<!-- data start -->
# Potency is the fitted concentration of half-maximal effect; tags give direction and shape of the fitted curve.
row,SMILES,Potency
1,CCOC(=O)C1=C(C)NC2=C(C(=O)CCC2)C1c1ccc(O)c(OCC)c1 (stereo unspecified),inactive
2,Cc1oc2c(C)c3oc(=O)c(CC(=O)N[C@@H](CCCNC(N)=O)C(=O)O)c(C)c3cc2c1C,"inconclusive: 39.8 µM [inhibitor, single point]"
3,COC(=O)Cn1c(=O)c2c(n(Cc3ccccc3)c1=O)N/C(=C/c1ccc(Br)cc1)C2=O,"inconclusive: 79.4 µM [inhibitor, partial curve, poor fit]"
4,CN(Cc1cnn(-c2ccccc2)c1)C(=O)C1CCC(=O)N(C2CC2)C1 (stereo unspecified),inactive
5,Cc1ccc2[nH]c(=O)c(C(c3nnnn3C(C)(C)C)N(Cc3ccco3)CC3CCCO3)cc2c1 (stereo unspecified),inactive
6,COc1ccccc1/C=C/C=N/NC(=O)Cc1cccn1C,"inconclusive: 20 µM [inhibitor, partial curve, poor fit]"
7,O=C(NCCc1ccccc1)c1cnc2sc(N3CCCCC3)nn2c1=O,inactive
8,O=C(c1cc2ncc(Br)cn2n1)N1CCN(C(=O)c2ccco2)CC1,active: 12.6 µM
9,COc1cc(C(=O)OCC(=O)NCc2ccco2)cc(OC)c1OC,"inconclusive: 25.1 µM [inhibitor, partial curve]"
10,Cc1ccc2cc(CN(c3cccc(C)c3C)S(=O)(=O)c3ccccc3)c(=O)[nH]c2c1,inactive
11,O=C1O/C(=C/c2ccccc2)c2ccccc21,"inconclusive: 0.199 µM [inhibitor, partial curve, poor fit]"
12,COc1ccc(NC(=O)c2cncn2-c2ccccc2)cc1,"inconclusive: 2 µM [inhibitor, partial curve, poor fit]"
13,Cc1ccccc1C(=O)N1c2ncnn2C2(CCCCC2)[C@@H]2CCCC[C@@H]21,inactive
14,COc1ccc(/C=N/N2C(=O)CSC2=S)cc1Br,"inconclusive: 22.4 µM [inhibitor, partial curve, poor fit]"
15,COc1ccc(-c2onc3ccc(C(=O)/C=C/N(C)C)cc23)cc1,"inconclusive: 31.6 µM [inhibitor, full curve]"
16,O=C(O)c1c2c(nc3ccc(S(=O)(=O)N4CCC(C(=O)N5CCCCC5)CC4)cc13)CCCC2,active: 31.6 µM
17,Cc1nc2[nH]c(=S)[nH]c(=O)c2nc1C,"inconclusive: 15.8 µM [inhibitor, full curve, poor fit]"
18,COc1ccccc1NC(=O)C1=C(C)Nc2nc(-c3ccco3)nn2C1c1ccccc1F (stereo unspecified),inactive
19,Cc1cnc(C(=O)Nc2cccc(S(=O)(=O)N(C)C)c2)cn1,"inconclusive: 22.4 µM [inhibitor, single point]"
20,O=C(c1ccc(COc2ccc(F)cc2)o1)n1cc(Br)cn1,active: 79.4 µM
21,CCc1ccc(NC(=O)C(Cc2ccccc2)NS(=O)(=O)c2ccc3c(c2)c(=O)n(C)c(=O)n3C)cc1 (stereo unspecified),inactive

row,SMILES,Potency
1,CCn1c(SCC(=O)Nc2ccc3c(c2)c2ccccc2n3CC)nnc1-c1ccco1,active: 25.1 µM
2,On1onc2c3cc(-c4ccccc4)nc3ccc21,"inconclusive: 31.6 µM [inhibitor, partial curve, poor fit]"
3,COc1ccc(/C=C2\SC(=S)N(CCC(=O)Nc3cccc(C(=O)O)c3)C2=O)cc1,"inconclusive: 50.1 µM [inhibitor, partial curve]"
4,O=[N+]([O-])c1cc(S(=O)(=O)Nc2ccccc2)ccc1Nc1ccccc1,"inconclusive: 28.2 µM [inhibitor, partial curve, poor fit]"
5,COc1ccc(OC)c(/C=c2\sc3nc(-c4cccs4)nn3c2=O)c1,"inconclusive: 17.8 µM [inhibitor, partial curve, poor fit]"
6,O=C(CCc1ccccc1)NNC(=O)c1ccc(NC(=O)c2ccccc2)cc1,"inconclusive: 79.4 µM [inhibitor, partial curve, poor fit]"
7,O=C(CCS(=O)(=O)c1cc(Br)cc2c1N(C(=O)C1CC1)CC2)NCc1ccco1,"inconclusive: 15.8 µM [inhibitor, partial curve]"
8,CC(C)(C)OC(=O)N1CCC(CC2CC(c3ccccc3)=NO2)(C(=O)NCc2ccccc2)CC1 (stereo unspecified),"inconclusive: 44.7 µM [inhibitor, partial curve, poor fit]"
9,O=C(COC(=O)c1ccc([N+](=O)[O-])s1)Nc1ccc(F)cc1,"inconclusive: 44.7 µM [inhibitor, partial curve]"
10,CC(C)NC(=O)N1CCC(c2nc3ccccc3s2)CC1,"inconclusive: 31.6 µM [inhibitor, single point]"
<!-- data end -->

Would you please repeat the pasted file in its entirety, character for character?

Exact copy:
# Potency is the fitted concentration of half-maximal effect; tags give direction and shape of the fitted curve.
row,SMILES,Potency
1,CCOC(=O)C1=C(C)NC2=C(C(=O)CCC2)C1c1ccc(O)c(OCC)c1 (stereo unspecified),inactive
2,Cc1oc2c(C)c3oc(=O)c(CC(=O)N[C@@H](CCCNC(N)=O)C(=O)O)c(C)c3cc2c1C,"inconclusive: 39.8 µM [inhibitor, single point]"
3,COC(=O)Cn1c(=O)c2c(n(Cc3ccccc3)c1=O)N/C(=C/c1ccc(Br)cc1)C2=O,"inconclusive: 79.4 µM [inhibitor, partial curve, poor fit]"
4,CN(Cc1cnn(-c2ccccc2)c1)C(=O)C1CCC(=O)N(C2CC2)C1 (stereo unspecified),inactive
5,Cc1ccc2[nH]c(=O)c(C(c3nnnn3C(C)(C)C)N(Cc3ccco3)CC3CCCO3)cc2c1 (stereo unspecified),inactive
6,COc1ccccc1/C=C/C=N/NC(=O)Cc1cccn1C,"inconclusive: 20 µM [inhibitor, partial curve, poor fit]"
7,O=C(NCCc1ccccc1)c1cnc2sc(N3CCCCC3)nn2c1=O,inactive
8,O=C(c1cc2ncc(Br)cn2n1)N1CCN(C(=O)c2ccco2)CC1,active: 12.6 µM
9,COc1cc(C(=O)OCC(=O)NCc2ccco2)cc(OC)c1OC,"inconclusive: 25.1 µM [inhibitor, partial curve]"
10,Cc1ccc2cc(CN(c3cccc(C)c3C)S(=O)(=O)c3ccccc3)c(=O)[nH]c2c1,inactive
11,O=C1O/C(=C/c2ccccc2)c2ccccc21,"inconclusive: 0.199 µM [inhibitor, partial curve, poor fit]"
12,COc1ccc(NC(=O)c2cncn2-c2ccccc2)cc1,"inconclusive: 2 µM [inhibitor, partial curve, poor fit]"
13,Cc1ccccc1C(=O)N1c2ncnn2C2(CCCCC2)[C@@H]2CCCC[C@@H]21,inactive
14,COc1ccc(/C=N/N2C(=O)CSC2=S)cc1Br,"inconclusive: 22.4 µM [inhibitor, partial curve, poor fit]"
15,COc1ccc(-c2onc3ccc(C(=O)/C=C/N(C)C)cc23)cc1,"inconclusive: 31.6 µM [inhibitor, full curve]"
16,O=C(O)c1c2c(nc3ccc(S(=O)(=O)N4CCC(C(=O)N5CCCCC5)CC4)cc13)CCCC2,active: 31.6 µM
17,Cc1nc2[nH]c(=S)[nH]c(=O)c2nc1C,"inconclusive: 15.8 µM [inhibitor, full curve, poor fit]"
18,COc1ccccc1NC(=O)C1=C(C)Nc2nc(-c3ccco3)nn2C1c1ccccc1F (stereo unspecified),inactive
19,Cc1cnc(C(=O)Nc2cccc(S(=O)(=O)N(C)C)c2)cn1,"inconclusive: 22.4 µM [inhibitor, single point]"
20,O=C(c1ccc(COc2ccc(F)cc2)o1)n1cc(Br)cn1,active: 79.4 µM
21,CCc1ccc(NC(=O)C(Cc2ccccc2)NS(=O)(=O)c2ccc3c(c2)c(=O)n(C)c(=O)n3C)cc1 (stereo unspecified),inactive

row,SMILES,Potency
1,CCn1c(SCC(=O)Nc2ccc3c(c2)c2ccccc2n3CC)nnc1-c1ccco1,active: 25.1 µM
2,On1onc2c3cc(-c4ccccc4)nc3ccc21,"inconclusive: 31.6 µM [inhibitor, partial curve, poor fit]"
3,COc1ccc(/C=C2\SC(=S)N(CCC(=O)Nc3cccc(C(=O)O)c3)C2=O)cc1,"inconclusive: 50.1 µM [inhibitor, partial curve]"
4,O=[N+]([O-])c1cc(S(=O)(=O)Nc2ccccc2)ccc1Nc1ccccc1,"inconclusive: 28.2 µM [inhibitor, partial curve, poor fit]"
5,COc1ccc(OC)c(/C=c2\sc3nc(-c4cccs4)nn3c2=O)c1,"inconclusive: 17.8 µM [inhibitor, partial curve, poor fit]"
6,O=C(CCc1ccccc1)NNC(=O)c1ccc(NC(=O)c2ccccc2)cc1,"inconclusive: 79.4 µM [inhibitor, partial curve, poor fit]"
7,O=C(CCS(=O)(=O)c1cc(Br)cc2c1N(C(=O)C1CC1)CC2)NCc1ccco1,"inconclusive: 15.8 µM [inhibitor, partial curve]"
8,CC(C)(C)OC(=O)N1CCC(CC2CC(c3ccccc3)=NO2)(C(=O)NCc2ccccc2)CC1 (stereo unspecified),"inconclusive: 44.7 µM [inhibitor, partial curve, poor fit]"
9,O=C(COC(=O)c1ccc([N+](=O)[O-])s1)Nc1ccc(F)cc1,"inconclusive: 44.7 µM [inhibitor, partial curve]"
10,CC(C)NC(=O)N1CCC(c2nc3ccccc3s2)CC1,"inconclusive: 31.6 µM [inhibitor, single point]"